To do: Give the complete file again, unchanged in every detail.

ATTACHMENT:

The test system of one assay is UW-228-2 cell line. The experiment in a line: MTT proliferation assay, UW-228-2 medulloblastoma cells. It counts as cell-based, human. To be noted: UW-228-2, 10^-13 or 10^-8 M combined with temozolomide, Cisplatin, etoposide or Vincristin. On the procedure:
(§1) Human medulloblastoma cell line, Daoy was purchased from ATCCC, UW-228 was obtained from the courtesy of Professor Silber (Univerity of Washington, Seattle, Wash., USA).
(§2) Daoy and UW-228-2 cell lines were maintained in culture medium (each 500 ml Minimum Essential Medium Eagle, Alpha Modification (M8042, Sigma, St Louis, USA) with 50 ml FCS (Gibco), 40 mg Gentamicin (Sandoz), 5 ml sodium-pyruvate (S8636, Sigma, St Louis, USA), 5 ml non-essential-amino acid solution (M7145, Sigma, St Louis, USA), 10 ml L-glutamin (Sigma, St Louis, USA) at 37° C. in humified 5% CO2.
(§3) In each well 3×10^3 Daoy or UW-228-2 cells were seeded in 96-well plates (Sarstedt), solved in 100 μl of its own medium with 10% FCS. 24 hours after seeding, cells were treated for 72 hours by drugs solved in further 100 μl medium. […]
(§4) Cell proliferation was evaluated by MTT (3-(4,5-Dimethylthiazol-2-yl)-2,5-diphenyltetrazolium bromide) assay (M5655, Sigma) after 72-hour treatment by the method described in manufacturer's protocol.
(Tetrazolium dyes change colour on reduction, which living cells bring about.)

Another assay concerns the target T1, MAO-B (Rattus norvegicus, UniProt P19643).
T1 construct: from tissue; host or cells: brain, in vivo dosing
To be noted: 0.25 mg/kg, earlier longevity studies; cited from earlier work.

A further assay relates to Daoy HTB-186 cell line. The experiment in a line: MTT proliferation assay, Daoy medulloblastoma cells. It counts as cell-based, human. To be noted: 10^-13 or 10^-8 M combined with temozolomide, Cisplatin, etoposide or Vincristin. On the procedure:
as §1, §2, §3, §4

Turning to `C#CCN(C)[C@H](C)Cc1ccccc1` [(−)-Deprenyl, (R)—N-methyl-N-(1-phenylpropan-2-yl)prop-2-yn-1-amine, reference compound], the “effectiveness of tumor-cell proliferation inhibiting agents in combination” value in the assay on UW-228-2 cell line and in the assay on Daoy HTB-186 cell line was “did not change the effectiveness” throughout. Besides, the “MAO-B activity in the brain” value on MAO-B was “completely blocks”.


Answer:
The test system of one assay is UW-228-2 cell line. The experiment in a line: MTT proliferation assay, UW-228-2 medulloblastoma cells. It counts as cell-based, human. To be noted: UW-228-2, 10^-13 or 10^-8 M combined with temozolomide, Cisplatin, etoposide or Vincristin. On the procedure:
(§1) Human medulloblastoma cell line, Daoy was purchased from ATCCC, UW-228 was obtained from the courtesy of Professor Silber (Univerity of Washington, Seattle, Wash., USA).
(§2) Daoy and UW-228-2 cell lines were maintained in culture medium (each 500 ml Minimum Essential Medium Eagle, Alpha Modification (M8042, Sigma, St Louis, USA) with 50 ml FCS (Gibco), 40 mg Gentamicin (Sandoz), 5 ml sodium-pyruvate (S8636, Sigma, St Louis, USA), 5 ml non-essential-amino acid solution (M7145, Sigma, St Louis, USA), 10 ml L-glutamin (Sigma, St Louis, USA) at 37° C. in humified 5% CO2.
(§3) In each well 3×10^3 Daoy or UW-228-2 cells were seeded in 96-well plates (Sarstedt), solved in 100 μl of its own medium with 10% FCS. 24 hours after seeding, cells were treated for 72 hours by drugs solved in further 100 μl medium. […]
(§4) Cell proliferation was evaluated by MTT (3-(4,5-Dimethylthiazol-2-yl)-2,5-diphenyltetrazolium bromide) assay (M5655, Sigma) after 72-hour treatment by the method described in manufacturer's protocol.
(Tetrazolium dyes change colour on reduction, which living cells bring about.)

Another assay concerns the target T1, MAO-B (Rattus norvegicus, UniProt P19643).
T1 construct: from tissue; host or cells: brain, in vivo dosing
To be noted: 0.25 mg/kg, earlier longevity studies; cited from earlier work.

A further assay relates to Daoy HTB-186 cell line. The experiment in a line: MTT proliferation assay, Daoy medulloblastoma cells. It counts as cell-based, human. To be noted: 10^-13 or 10^-8 M combined with temozolomide, Cisplatin, etoposide or Vincristin. On the procedure:
as §1, §2, §3, §4

Turning to `C#CCN(C)[C@H](C)Cc1ccccc1` [(−)-Deprenyl, (R)—N-methyl-N-(1-phenylpropan-2-yl)prop-2-yn-1-amine, reference compound], the “effectiveness of tumor-cell proliferation inhibiting agents in combination” value in the assay on UW-228-2 cell line and in the assay on Daoy HTB-186 cell line was “did not change the effectiveness” throughout. Besides, the “MAO-B activity in the brain” value on MAO-B was “completely blocks”.